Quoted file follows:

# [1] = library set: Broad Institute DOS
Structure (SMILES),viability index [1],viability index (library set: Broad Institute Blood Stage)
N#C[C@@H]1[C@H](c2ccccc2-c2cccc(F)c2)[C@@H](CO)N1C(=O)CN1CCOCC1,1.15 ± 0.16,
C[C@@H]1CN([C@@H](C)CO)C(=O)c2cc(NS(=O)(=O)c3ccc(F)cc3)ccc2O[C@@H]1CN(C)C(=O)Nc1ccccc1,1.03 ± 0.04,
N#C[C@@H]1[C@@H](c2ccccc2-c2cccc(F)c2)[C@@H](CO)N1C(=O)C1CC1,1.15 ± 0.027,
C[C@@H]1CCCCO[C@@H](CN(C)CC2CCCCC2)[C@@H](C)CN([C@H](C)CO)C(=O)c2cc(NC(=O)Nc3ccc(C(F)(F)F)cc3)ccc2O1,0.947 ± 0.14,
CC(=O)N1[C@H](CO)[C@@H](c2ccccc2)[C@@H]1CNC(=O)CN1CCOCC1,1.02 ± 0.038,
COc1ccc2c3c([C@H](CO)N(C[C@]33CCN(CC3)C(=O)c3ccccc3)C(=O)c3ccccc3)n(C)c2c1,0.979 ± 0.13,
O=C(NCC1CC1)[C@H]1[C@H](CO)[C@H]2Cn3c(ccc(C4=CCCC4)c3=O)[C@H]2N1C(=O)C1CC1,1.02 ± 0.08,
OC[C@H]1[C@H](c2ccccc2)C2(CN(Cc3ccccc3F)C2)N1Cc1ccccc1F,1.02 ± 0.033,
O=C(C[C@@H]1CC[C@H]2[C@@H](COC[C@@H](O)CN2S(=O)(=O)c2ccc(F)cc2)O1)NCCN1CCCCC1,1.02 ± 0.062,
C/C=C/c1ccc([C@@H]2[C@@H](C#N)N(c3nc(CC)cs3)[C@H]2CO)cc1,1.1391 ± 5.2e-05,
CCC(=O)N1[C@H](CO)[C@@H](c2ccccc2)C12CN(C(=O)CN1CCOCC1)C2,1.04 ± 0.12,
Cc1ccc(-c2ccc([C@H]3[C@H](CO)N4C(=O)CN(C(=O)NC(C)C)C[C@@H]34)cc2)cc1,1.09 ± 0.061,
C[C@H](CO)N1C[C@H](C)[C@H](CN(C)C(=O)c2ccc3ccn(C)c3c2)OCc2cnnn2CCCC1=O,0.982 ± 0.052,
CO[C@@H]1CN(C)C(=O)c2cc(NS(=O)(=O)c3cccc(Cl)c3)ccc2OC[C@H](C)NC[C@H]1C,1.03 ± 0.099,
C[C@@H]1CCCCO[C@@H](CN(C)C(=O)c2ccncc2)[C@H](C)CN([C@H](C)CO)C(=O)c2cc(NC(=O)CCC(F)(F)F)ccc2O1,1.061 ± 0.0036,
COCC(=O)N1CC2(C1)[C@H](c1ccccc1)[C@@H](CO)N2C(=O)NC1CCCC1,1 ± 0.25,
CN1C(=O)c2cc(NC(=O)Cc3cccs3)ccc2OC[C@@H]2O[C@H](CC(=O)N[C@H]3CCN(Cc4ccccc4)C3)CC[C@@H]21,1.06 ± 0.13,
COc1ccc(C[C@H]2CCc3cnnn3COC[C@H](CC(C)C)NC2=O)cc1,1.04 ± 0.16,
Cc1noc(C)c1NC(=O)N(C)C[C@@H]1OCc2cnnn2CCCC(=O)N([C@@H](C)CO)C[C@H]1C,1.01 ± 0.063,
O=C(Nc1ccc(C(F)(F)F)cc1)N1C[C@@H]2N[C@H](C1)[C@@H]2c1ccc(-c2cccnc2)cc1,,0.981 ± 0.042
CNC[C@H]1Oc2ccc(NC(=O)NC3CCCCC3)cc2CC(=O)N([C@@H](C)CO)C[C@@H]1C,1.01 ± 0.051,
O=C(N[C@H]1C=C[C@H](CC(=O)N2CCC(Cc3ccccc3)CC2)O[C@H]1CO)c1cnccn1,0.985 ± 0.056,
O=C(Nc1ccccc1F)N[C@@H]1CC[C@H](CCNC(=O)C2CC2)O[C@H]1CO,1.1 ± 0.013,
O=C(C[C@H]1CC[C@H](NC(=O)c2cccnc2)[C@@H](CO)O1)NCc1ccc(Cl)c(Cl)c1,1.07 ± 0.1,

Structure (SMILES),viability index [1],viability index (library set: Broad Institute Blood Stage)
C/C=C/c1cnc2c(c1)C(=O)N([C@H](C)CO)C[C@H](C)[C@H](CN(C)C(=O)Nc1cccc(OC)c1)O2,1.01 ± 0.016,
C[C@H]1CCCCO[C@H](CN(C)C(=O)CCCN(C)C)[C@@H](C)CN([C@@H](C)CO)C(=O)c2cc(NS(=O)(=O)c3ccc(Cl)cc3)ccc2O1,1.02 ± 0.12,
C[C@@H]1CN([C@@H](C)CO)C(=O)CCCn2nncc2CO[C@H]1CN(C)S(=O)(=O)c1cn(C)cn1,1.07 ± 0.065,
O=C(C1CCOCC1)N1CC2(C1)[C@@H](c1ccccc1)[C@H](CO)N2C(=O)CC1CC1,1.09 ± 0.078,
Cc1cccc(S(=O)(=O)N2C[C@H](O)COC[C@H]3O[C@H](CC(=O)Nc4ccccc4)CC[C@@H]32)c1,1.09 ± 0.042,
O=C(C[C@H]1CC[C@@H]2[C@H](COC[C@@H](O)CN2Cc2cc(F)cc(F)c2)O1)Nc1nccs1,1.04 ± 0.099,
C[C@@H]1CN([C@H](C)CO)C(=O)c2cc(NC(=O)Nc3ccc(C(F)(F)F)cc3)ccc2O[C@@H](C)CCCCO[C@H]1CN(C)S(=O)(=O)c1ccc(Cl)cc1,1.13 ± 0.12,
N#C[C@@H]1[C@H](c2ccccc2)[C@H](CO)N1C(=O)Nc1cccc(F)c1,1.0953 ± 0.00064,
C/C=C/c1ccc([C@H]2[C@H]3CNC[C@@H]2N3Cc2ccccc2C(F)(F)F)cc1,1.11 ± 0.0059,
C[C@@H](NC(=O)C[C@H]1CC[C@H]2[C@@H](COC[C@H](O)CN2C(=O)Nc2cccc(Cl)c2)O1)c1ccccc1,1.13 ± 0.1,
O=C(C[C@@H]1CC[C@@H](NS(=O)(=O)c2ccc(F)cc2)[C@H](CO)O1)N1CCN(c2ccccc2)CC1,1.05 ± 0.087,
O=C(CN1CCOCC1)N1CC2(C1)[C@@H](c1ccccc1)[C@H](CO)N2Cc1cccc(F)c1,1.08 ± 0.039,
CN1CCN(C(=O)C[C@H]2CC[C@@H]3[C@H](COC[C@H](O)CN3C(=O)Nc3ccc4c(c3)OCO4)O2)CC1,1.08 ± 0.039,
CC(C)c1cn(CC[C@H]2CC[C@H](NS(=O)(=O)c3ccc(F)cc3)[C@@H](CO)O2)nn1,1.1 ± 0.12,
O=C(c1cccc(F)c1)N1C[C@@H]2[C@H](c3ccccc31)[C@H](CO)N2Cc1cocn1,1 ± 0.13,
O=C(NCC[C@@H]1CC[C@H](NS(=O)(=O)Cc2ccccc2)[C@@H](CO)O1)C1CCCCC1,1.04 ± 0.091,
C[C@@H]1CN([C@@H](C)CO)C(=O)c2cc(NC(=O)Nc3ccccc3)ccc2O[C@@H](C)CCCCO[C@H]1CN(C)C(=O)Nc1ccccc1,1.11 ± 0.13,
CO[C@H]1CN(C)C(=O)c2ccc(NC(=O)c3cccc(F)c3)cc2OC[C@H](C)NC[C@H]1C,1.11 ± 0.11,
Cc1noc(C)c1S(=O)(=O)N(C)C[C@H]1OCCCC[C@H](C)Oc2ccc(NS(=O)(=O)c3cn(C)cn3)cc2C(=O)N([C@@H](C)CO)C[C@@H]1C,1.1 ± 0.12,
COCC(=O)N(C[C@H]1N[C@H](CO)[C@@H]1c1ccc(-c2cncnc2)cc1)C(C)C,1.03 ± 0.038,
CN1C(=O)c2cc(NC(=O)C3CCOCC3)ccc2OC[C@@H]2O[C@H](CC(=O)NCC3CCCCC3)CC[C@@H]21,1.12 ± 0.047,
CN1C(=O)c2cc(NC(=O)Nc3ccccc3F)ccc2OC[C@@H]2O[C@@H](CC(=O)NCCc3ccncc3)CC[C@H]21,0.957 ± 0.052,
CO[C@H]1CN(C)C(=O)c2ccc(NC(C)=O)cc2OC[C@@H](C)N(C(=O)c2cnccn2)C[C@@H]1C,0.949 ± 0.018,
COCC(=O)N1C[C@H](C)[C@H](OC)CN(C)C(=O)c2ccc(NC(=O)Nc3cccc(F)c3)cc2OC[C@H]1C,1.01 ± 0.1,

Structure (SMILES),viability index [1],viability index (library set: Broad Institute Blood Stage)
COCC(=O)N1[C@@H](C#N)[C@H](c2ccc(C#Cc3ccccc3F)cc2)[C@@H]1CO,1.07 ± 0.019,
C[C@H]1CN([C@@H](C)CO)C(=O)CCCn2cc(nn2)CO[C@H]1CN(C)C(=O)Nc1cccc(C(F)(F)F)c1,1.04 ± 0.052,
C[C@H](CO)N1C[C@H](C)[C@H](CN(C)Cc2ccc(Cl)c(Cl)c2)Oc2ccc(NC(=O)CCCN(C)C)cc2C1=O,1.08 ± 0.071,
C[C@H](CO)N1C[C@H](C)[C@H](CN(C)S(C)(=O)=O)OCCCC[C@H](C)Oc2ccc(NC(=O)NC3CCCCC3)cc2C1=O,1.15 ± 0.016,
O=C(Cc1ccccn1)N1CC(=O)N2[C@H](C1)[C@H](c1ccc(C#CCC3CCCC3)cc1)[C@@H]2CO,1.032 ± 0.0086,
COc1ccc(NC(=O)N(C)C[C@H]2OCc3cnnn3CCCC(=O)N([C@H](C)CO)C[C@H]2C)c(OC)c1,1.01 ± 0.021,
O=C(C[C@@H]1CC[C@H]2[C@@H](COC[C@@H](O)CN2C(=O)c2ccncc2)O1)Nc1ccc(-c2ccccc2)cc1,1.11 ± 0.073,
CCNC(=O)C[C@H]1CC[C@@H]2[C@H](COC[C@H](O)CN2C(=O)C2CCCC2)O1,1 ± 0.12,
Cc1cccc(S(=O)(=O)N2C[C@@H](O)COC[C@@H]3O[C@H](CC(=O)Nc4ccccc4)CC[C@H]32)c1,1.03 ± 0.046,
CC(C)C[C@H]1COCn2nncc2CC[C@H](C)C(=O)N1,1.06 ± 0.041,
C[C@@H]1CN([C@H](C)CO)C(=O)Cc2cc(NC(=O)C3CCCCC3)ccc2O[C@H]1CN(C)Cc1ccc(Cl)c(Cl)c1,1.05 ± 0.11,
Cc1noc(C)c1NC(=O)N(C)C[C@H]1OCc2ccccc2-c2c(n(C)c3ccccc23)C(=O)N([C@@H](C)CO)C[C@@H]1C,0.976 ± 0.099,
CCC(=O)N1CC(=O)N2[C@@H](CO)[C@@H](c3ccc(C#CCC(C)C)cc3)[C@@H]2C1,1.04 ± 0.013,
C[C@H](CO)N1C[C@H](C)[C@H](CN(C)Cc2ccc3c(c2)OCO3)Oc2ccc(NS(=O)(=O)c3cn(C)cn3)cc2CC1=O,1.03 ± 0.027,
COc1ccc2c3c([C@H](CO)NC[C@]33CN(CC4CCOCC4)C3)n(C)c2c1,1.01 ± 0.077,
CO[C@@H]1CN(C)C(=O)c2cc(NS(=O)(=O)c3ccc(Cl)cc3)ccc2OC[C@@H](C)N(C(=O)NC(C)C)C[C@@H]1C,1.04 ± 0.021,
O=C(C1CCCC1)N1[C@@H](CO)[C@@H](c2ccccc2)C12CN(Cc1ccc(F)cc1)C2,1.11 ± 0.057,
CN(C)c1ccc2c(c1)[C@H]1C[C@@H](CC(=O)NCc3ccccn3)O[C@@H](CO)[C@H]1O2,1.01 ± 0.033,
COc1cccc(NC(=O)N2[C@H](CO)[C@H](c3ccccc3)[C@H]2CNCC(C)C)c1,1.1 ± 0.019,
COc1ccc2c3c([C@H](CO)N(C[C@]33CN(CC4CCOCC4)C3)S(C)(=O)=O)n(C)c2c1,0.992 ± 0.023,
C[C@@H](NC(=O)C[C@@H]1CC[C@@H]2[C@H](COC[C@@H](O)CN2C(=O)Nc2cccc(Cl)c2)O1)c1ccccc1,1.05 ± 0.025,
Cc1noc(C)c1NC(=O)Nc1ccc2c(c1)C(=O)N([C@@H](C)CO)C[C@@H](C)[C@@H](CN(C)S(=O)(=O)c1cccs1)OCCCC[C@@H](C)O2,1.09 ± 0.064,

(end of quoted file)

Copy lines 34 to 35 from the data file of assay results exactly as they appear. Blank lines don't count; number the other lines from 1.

C[C@@H]1CN([C@H](C)CO)C(=O)c2cc(NC(=O)Nc3ccc(C(F)(F)F)cc3)ccc2O[C@@H](C)CCCCO[C@H]1CN(C)S(=O)(=O)c1ccc(Cl)cc1,1.13 ± 0.12,
N#C[C@@H]1[C@H](c2ccccc2)[C@H](CO)N1C(=O)Nc1cccc(F)c1,1.0953 ± 0.00064,